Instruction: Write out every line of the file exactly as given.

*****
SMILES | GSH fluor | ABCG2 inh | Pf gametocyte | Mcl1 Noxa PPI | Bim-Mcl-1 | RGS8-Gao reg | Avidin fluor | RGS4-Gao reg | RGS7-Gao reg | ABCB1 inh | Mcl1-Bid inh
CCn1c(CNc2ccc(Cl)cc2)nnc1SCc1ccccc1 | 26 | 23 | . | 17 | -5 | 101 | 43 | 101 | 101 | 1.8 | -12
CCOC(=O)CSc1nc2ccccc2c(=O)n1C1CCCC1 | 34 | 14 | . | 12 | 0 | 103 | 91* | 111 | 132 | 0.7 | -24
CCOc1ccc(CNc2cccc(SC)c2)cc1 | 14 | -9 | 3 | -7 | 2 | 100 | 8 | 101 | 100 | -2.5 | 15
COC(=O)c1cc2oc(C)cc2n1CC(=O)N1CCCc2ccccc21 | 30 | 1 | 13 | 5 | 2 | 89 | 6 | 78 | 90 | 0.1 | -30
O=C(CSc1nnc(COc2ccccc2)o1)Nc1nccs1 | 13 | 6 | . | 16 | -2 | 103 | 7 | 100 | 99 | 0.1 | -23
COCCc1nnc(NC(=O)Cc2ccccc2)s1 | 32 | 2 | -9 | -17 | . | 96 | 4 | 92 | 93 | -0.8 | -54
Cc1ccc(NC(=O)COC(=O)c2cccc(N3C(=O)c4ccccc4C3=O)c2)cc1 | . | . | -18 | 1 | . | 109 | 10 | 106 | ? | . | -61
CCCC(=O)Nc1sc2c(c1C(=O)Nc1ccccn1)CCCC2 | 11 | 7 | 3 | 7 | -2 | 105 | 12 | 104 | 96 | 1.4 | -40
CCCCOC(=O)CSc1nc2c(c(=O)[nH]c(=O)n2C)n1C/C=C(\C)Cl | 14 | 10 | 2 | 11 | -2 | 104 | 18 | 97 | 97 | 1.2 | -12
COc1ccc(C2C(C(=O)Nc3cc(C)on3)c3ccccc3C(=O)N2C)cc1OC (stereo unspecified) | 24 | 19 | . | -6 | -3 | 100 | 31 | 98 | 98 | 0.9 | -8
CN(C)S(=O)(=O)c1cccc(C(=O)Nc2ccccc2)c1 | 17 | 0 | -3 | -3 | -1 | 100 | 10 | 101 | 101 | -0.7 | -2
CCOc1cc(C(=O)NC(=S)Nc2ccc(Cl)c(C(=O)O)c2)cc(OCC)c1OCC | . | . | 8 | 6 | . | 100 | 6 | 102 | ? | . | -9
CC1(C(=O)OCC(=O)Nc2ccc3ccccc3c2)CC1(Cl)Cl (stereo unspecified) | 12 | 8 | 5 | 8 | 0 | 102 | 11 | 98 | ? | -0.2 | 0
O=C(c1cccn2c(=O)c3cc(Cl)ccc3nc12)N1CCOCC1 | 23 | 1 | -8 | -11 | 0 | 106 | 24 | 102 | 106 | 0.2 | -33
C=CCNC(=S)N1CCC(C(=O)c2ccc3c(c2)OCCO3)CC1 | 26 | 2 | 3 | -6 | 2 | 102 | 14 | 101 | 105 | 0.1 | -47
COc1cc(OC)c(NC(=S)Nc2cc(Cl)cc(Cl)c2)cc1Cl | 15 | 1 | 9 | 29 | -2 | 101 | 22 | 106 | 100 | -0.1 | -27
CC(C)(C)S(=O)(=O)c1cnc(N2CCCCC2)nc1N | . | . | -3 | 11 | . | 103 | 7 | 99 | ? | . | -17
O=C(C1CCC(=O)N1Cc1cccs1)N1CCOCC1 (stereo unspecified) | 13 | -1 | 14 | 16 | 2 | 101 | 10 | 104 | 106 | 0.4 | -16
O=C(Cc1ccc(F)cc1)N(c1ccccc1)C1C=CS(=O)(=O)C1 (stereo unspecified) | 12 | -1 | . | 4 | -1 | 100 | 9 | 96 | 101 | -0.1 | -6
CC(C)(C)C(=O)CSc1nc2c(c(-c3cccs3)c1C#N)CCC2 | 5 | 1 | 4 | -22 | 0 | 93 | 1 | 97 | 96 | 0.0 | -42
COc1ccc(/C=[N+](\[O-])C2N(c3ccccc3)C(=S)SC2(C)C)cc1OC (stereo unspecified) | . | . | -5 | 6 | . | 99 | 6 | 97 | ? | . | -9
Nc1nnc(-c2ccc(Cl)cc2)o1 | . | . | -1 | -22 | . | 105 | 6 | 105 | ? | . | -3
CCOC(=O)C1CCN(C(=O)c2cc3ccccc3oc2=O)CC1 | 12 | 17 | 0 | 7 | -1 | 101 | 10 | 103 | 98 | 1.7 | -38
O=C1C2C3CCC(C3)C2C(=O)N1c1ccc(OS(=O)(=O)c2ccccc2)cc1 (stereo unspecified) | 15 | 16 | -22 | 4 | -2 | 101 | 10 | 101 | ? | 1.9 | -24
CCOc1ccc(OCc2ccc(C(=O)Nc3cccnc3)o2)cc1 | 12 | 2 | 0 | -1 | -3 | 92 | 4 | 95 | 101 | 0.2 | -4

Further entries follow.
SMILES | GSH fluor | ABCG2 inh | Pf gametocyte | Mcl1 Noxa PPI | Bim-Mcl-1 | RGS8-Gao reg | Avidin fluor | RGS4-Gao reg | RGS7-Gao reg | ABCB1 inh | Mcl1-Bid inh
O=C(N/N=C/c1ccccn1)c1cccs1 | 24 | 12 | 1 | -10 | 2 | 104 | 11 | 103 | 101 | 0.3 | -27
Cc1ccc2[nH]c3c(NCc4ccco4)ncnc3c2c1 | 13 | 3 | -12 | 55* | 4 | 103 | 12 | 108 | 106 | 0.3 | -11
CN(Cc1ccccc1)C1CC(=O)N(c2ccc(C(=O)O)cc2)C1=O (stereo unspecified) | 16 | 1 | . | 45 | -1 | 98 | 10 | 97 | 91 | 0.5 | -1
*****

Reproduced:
SMILES | GSH fluor | ABCG2 inh | Pf gametocyte | Mcl1 Noxa PPI | Bim-Mcl-1 | RGS8-Gao reg | Avidin fluor | RGS4-Gao reg | RGS7-Gao reg | ABCB1 inh | Mcl1-Bid inh
CCn1c(CNc2ccc(Cl)cc2)nnc1SCc1ccccc1 | 26 | 23 | . | 17 | -5 | 101 | 43 | 101 | 101 | 1.8 | -12
CCOC(=O)CSc1nc2ccccc2c(=O)n1C1CCCC1 | 34 | 14 | . | 12 | 0 | 103 | 91* | 111 | 132 | 0.7 | -24
CCOc1ccc(CNc2cccc(SC)c2)cc1 | 14 | -9 | 3 | -7 | 2 | 100 | 8 | 101 | 100 | -2.5 | 15
COC(=O)c1cc2oc(C)cc2n1CC(=O)N1CCCc2ccccc21 | 30 | 1 | 13 | 5 | 2 | 89 | 6 | 78 | 90 | 0.1 | -30
O=C(CSc1nnc(COc2ccccc2)o1)Nc1nccs1 | 13 | 6 | . | 16 | -2 | 103 | 7 | 100 | 99 | 0.1 | -23
COCCc1nnc(NC(=O)Cc2ccccc2)s1 | 32 | 2 | -9 | -17 | . | 96 | 4 | 92 | 93 | -0.8 | -54
Cc1ccc(NC(=O)COC(=O)c2cccc(N3C(=O)c4ccccc4C3=O)c2)cc1 | . | . | -18 | 1 | . | 109 | 10 | 106 | ? | . | -61
CCCC(=O)Nc1sc2c(c1C(=O)Nc1ccccn1)CCCC2 | 11 | 7 | 3 | 7 | -2 | 105 | 12 | 104 | 96 | 1.4 | -40
CCCCOC(=O)CSc1nc2c(c(=O)[nH]c(=O)n2C)n1C/C=C(\C)Cl | 14 | 10 | 2 | 11 | -2 | 104 | 18 | 97 | 97 | 1.2 | -12
COc1ccc(C2C(C(=O)Nc3cc(C)on3)c3ccccc3C(=O)N2C)cc1OC (stereo unspecified) | 24 | 19 | . | -6 | -3 | 100 | 31 | 98 | 98 | 0.9 | -8
CN(C)S(=O)(=O)c1cccc(C(=O)Nc2ccccc2)c1 | 17 | 0 | -3 | -3 | -1 | 100 | 10 | 101 | 101 | -0.7 | -2
CCOc1cc(C(=O)NC(=S)Nc2ccc(Cl)c(C(=O)O)c2)cc(OCC)c1OCC | . | . | 8 | 6 | . | 100 | 6 | 102 | ? | . | -9
CC1(C(=O)OCC(=O)Nc2ccc3ccccc3c2)CC1(Cl)Cl (stereo unspecified) | 12 | 8 | 5 | 8 | 0 | 102 | 11 | 98 | ? | -0.2 | 0
O=C(c1cccn2c(=O)c3cc(Cl)ccc3nc12)N1CCOCC1 | 23 | 1 | -8 | -11 | 0 | 106 | 24 | 102 | 106 | 0.2 | -33
C=CCNC(=S)N1CCC(C(=O)c2ccc3c(c2)OCCO3)CC1 | 26 | 2 | 3 | -6 | 2 | 102 | 14 | 101 | 105 | 0.1 | -47
COc1cc(OC)c(NC(=S)Nc2cc(Cl)cc(Cl)c2)cc1Cl | 15 | 1 | 9 | 29 | -2 | 101 | 22 | 106 | 100 | -0.1 | -27
CC(C)(C)S(=O)(=O)c1cnc(N2CCCCC2)nc1N | . | . | -3 | 11 | . | 103 | 7 | 99 | ? | . | -17
O=C(C1CCC(=O)N1Cc1cccs1)N1CCOCC1 (stereo unspecified) | 13 | -1 | 14 | 16 | 2 | 101 | 10 | 104 | 106 | 0.4 | -16
O=C(Cc1ccc(F)cc1)N(c1ccccc1)C1C=CS(=O)(=O)C1 (stereo unspecified) | 12 | -1 | . | 4 | -1 | 100 | 9 | 96 | 101 | -0.1 | -6
CC(C)(C)C(=O)CSc1nc2c(c(-c3cccs3)c1C#N)CCC2 | 5 | 1 | 4 | -22 | 0 | 93 | 1 | 97 | 96 | 0.0 | -42
COc1ccc(/C=[N+](\[O-])C2N(c3ccccc3)C(=S)SC2(C)C)cc1OC (stereo unspecified) | . | . | -5 | 6 | . | 99 | 6 | 97 | ? | . | -9
Nc1nnc(-c2ccc(Cl)cc2)o1 | . | . | -1 | -22 | . | 105 | 6 | 105 | ? | . | -3
CCOC(=O)C1CCN(C(=O)c2cc3ccccc3oc2=O)CC1 | 12 | 17 | 0 | 7 | -1 | 101 | 10 | 103 | 98 | 1.7 | -38
O=C1C2C3CCC(C3)C2C(=O)N1c1ccc(OS(=O)(=O)c2ccccc2)cc1 (stereo unspecified) | 15 | 16 | -22 | 4 | -2 | 101 | 10 | 101 | ? | 1.9 | -24
CCOc1ccc(OCc2ccc(C(=O)Nc3cccnc3)o2)cc1 | 12 | 2 | 0 | -1 | -3 | 92 | 4 | 95 | 101 | 0.2 | -4

Further entries follow.
SMILES | GSH fluor | ABCG2 inh | Pf gametocyte | Mcl1 Noxa PPI | Bim-Mcl-1 | RGS8-Gao reg | Avidin fluor | RGS4-Gao reg | RGS7-Gao reg | ABCB1 inh | Mcl1-Bid inh
O=C(N/N=C/c1ccccn1)c1cccs1 | 24 | 12 | 1 | -10 | 2 | 104 | 11 | 103 | 101 | 0.3 | -27
Cc1ccc2[nH]c3c(NCc4ccco4)ncnc3c2c1 | 13 | 3 | -12 | 55* | 4 | 103 | 12 | 108 | 106 | 0.3 | -11
CN(Cc1ccccc1)C1CC(=O)N(c2ccc(C(=O)O)cc2)C1=O (stereo unspecified) | 16 | 1 | . | 45 | -1 | 98 | 10 | 97 | 91 | 0.5 | -1